In such a confusing landscape, people will often choose simple, clear messages which cut through this white noise. Facile slogans with little substance like ‘Take our country back’ and ‘Make America Great Again’ can gain momentum and huge support, while more complex facts and realities are drowned out.
Teach critical ways of thinking, not just facts
We believe that instead of trying to control the conversation and narrative, the best thing that governments can do is to arm their citizens with the educational tools to analyse this confusing landscape and protect themselves from indoctrination by simplistic political messaging. We believe that learning how to use Wikipedia, engaging in the creation of knowledge through debate and consensus, is one way that people can be armed with the analytic tools to form their own opinions and to distinguish good information from bad information.
On Facebook, people often share stories that conform to their previously held beliefs without checking the source of the information first. One very common internet meme from the middle of 2016 involved a made up quote by Donald Trump about how he would run as a Republican candidate for President because they are the ‘dumbest group of voters’. Just a minute of effort searching for the source of this information would reveal that it had been made up, but people wanted to believe it. This kind of fabrication is impossible to get away with for long on Wikipedia.
When you create a new article or add information to an existing article on Wikipedia, other editors who are watching the page will review your work, deciding if the information is correct and the source is reliable. Some of the highest traffic articles on Wikipedia are peer-reviewed by thousands of different people. Here are the page view statistics for the International Women’s Day article, which has been viewed over 1 million times already in 2017 on the English Wikipedia.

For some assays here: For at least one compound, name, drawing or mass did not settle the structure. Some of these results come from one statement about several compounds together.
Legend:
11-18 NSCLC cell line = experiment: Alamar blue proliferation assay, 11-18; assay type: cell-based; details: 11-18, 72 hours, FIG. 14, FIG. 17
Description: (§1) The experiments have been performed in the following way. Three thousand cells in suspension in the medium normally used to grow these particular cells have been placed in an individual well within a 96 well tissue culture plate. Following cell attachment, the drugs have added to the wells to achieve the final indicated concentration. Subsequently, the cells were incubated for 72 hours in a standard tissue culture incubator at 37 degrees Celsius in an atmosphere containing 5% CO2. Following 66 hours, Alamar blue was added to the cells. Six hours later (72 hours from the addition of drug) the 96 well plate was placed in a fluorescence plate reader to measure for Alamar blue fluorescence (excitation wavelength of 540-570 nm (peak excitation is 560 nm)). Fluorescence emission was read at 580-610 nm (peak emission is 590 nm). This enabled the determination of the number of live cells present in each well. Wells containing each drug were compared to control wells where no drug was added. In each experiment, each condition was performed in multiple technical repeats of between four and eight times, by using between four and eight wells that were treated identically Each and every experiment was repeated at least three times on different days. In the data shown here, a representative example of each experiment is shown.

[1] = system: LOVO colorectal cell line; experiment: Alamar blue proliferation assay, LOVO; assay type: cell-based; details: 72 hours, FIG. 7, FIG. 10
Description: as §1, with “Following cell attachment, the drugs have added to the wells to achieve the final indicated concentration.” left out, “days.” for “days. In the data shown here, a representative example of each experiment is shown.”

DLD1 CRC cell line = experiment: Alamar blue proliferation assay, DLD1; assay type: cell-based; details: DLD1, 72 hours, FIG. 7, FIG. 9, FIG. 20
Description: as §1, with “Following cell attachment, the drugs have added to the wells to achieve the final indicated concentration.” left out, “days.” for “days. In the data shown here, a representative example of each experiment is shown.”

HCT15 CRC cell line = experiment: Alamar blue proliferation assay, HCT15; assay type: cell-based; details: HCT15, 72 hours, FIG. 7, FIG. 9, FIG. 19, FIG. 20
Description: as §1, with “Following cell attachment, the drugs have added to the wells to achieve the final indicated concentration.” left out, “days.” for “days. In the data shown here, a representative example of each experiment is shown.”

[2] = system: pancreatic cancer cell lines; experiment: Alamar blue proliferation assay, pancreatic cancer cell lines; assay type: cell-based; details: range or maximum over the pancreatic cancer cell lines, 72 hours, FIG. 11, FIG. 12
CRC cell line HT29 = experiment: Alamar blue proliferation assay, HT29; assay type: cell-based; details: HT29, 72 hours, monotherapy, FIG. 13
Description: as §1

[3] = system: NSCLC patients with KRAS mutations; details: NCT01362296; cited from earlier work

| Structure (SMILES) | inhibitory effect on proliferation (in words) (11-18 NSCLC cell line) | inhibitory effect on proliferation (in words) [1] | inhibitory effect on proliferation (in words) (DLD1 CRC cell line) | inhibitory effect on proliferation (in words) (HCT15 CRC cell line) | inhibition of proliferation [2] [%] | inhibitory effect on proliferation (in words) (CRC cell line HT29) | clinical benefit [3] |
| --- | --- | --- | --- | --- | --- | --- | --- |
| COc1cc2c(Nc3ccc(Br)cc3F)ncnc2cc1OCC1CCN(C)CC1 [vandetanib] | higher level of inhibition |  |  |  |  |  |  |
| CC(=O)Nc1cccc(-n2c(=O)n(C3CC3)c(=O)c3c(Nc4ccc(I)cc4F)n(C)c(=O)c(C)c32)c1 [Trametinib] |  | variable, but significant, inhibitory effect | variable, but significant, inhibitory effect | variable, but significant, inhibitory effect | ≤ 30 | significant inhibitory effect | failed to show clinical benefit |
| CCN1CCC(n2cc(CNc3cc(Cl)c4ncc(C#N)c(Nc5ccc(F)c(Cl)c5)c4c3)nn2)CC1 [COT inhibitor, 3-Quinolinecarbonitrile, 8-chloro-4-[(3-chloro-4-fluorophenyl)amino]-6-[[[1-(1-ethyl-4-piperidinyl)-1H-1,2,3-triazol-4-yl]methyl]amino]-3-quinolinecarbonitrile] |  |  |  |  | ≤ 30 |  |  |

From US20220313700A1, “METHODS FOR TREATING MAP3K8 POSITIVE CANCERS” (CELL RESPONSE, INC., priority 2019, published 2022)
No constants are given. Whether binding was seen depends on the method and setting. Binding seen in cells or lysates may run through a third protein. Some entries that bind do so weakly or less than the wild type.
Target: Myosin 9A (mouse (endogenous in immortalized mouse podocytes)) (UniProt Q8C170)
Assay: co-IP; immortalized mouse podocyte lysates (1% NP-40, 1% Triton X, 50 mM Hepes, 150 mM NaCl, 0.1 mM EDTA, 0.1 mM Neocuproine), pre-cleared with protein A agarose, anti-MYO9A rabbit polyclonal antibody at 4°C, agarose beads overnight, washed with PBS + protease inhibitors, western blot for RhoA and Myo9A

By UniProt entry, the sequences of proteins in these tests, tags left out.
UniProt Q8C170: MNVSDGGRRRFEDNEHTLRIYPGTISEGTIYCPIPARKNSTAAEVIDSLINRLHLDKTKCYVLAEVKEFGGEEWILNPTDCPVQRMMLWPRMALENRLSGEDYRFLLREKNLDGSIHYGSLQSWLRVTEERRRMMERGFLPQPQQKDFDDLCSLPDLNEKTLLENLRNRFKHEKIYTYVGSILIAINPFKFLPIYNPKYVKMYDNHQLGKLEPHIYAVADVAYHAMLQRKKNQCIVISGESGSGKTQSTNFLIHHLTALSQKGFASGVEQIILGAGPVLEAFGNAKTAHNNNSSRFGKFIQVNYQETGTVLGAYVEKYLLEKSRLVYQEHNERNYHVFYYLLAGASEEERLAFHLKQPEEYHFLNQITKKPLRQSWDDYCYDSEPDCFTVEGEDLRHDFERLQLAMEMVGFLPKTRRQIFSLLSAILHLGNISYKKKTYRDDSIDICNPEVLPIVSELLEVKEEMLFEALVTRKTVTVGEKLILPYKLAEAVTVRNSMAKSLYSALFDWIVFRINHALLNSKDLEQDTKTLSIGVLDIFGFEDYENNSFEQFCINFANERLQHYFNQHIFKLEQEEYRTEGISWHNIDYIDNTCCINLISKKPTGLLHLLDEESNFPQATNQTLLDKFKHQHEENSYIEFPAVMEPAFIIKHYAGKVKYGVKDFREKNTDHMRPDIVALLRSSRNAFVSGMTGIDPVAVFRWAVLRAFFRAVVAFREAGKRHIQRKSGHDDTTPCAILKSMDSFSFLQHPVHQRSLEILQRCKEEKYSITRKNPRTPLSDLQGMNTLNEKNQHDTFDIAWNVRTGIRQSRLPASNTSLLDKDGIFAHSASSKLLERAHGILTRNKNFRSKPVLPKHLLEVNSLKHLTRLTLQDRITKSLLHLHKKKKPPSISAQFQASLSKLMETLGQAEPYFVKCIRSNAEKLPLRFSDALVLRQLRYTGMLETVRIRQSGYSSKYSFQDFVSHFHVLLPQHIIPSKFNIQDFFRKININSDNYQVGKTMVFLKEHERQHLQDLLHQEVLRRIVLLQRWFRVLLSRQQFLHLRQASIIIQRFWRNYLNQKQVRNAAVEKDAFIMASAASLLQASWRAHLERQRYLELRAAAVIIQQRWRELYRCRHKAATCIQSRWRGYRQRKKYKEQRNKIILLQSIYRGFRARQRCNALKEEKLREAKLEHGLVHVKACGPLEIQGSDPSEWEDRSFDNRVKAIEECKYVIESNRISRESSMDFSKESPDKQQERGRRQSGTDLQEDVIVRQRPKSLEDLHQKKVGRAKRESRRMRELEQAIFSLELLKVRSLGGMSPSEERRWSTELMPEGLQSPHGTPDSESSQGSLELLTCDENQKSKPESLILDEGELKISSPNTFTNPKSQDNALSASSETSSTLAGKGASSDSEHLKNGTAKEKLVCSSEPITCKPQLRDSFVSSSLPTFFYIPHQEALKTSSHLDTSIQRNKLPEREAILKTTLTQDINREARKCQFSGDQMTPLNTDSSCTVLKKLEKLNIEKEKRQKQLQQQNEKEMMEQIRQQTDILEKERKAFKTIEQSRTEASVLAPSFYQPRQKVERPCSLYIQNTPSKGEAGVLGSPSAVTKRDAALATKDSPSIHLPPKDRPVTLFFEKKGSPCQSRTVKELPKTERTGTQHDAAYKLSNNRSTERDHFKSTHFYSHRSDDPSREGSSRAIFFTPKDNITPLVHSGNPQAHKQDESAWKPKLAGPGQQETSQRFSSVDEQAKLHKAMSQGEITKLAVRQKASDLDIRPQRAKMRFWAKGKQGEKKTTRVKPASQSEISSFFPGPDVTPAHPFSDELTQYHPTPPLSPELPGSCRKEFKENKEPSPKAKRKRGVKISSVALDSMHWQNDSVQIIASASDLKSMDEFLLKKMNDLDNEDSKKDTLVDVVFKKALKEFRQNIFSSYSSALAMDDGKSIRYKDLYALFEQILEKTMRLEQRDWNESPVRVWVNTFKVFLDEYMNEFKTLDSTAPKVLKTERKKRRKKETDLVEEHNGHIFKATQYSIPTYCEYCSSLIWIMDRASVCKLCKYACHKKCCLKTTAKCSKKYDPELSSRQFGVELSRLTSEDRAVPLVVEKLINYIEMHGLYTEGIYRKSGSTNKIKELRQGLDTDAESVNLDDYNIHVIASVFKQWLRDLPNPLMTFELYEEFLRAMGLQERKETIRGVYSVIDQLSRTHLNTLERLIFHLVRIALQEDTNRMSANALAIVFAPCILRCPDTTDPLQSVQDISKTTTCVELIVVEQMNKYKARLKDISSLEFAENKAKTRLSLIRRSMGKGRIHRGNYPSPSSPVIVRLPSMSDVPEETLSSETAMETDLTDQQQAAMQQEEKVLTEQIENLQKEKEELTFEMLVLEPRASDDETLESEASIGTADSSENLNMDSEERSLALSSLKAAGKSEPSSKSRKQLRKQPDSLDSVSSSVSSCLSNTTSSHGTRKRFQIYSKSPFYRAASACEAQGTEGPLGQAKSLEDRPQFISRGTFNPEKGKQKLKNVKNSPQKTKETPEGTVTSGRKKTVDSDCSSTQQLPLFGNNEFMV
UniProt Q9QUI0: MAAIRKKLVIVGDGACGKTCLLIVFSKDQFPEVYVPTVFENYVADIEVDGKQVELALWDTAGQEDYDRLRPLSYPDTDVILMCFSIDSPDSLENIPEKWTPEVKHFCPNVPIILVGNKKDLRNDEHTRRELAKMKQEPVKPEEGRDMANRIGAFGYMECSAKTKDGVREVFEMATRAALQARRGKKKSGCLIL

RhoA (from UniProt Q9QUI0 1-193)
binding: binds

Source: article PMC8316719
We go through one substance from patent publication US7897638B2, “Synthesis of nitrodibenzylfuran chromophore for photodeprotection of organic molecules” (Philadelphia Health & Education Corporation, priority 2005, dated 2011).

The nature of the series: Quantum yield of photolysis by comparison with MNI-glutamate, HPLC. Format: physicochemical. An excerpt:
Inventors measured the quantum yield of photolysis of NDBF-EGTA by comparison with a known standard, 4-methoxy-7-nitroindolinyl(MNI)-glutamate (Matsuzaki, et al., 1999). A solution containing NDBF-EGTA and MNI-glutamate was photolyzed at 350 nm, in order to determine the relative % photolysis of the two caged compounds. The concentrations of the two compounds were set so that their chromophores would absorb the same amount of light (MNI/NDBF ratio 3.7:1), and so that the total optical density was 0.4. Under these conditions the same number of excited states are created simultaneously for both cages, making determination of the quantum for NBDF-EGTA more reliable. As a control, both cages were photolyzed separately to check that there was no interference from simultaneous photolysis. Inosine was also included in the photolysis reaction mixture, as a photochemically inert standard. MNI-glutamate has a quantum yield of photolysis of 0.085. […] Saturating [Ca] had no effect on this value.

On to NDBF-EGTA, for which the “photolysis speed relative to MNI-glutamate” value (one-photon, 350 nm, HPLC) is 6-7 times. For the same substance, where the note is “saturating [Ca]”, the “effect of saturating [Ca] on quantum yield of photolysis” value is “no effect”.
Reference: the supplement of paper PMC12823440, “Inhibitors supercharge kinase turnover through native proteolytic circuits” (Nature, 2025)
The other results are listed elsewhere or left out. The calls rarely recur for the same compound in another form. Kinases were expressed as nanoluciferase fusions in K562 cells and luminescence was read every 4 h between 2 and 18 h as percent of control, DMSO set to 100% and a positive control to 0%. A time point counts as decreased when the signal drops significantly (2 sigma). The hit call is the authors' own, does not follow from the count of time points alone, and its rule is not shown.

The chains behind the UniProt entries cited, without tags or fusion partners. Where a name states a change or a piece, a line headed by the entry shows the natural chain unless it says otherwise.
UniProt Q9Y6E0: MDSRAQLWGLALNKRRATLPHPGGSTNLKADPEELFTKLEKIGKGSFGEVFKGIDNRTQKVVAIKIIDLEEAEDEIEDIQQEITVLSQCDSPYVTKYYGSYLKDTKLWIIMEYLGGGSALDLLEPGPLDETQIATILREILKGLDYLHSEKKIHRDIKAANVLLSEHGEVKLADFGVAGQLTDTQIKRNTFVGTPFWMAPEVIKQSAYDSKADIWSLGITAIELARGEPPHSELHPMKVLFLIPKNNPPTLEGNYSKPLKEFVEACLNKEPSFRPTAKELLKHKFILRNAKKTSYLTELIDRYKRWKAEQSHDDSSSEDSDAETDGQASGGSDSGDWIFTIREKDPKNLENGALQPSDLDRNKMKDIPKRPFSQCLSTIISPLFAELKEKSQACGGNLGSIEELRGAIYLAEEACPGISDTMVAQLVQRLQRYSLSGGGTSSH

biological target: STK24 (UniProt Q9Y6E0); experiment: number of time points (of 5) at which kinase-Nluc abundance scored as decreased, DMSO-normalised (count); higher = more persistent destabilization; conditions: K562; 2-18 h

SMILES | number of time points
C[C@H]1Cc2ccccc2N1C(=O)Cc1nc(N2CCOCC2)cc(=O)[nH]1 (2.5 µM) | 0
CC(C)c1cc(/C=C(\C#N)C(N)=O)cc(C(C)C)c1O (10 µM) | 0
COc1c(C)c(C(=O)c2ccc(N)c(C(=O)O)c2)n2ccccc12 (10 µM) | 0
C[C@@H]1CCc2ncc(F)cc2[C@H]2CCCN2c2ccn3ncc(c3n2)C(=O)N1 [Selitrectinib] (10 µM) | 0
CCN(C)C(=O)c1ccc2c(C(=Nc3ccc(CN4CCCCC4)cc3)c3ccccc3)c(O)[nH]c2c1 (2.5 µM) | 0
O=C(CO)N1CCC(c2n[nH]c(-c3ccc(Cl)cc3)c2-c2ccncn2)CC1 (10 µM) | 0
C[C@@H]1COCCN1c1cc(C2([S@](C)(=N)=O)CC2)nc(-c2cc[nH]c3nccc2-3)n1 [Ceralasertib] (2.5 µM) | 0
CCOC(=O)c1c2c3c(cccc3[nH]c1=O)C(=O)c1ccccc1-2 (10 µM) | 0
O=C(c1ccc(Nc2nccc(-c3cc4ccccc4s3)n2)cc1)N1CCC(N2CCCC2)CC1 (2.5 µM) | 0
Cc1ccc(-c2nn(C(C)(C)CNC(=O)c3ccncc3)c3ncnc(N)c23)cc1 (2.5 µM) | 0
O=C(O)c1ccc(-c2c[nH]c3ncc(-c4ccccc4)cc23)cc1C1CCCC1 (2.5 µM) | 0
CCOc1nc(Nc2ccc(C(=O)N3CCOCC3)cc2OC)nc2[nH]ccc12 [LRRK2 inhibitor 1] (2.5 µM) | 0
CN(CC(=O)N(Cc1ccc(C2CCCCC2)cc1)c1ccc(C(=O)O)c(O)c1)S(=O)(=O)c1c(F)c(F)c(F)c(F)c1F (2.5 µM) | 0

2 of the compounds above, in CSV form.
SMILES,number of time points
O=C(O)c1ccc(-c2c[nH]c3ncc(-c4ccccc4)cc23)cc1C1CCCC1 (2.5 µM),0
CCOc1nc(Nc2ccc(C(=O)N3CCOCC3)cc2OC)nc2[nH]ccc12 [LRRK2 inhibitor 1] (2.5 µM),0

Wikipedia also creates trust and reliability by being the only non-commercial website in the top 100 most popular sites (by traffic) on the internet. It is run by a non-profit charity, the Wikimedia Foundation, and has no advertising. We believe that the absence of commercial advertising is integral to maintaining trust in the site, and this shows in the public’s response. Wikipedia gets around half a billion unique visits a month, and a recent poll by YouGov shows that people trust Wikipedia more than journalists from any media group.
Ensuring the best information is more visible
One aspect of Wikipedia’s importance is its search engine ranking. Unreliable sources can game the way search algorithms work to place high on Google rankings. However, Wikipedia articles will also appear near the top of searches, providing a reliable, neutral place to find a summary of other good sources. Here is an example:
Unfortunately, many educators have had a propensity to warn students away from Wikipedia, in the belief that if it can be edited by anybody, its reliability cannot be as good as the BBC or other traditional media. We believe this is clearly not true for most articles, but the point of Wikipedia is not to encourage people to take the information at face value. The sources will be transparently listed at the bottom of each article so you can see where the information comes from.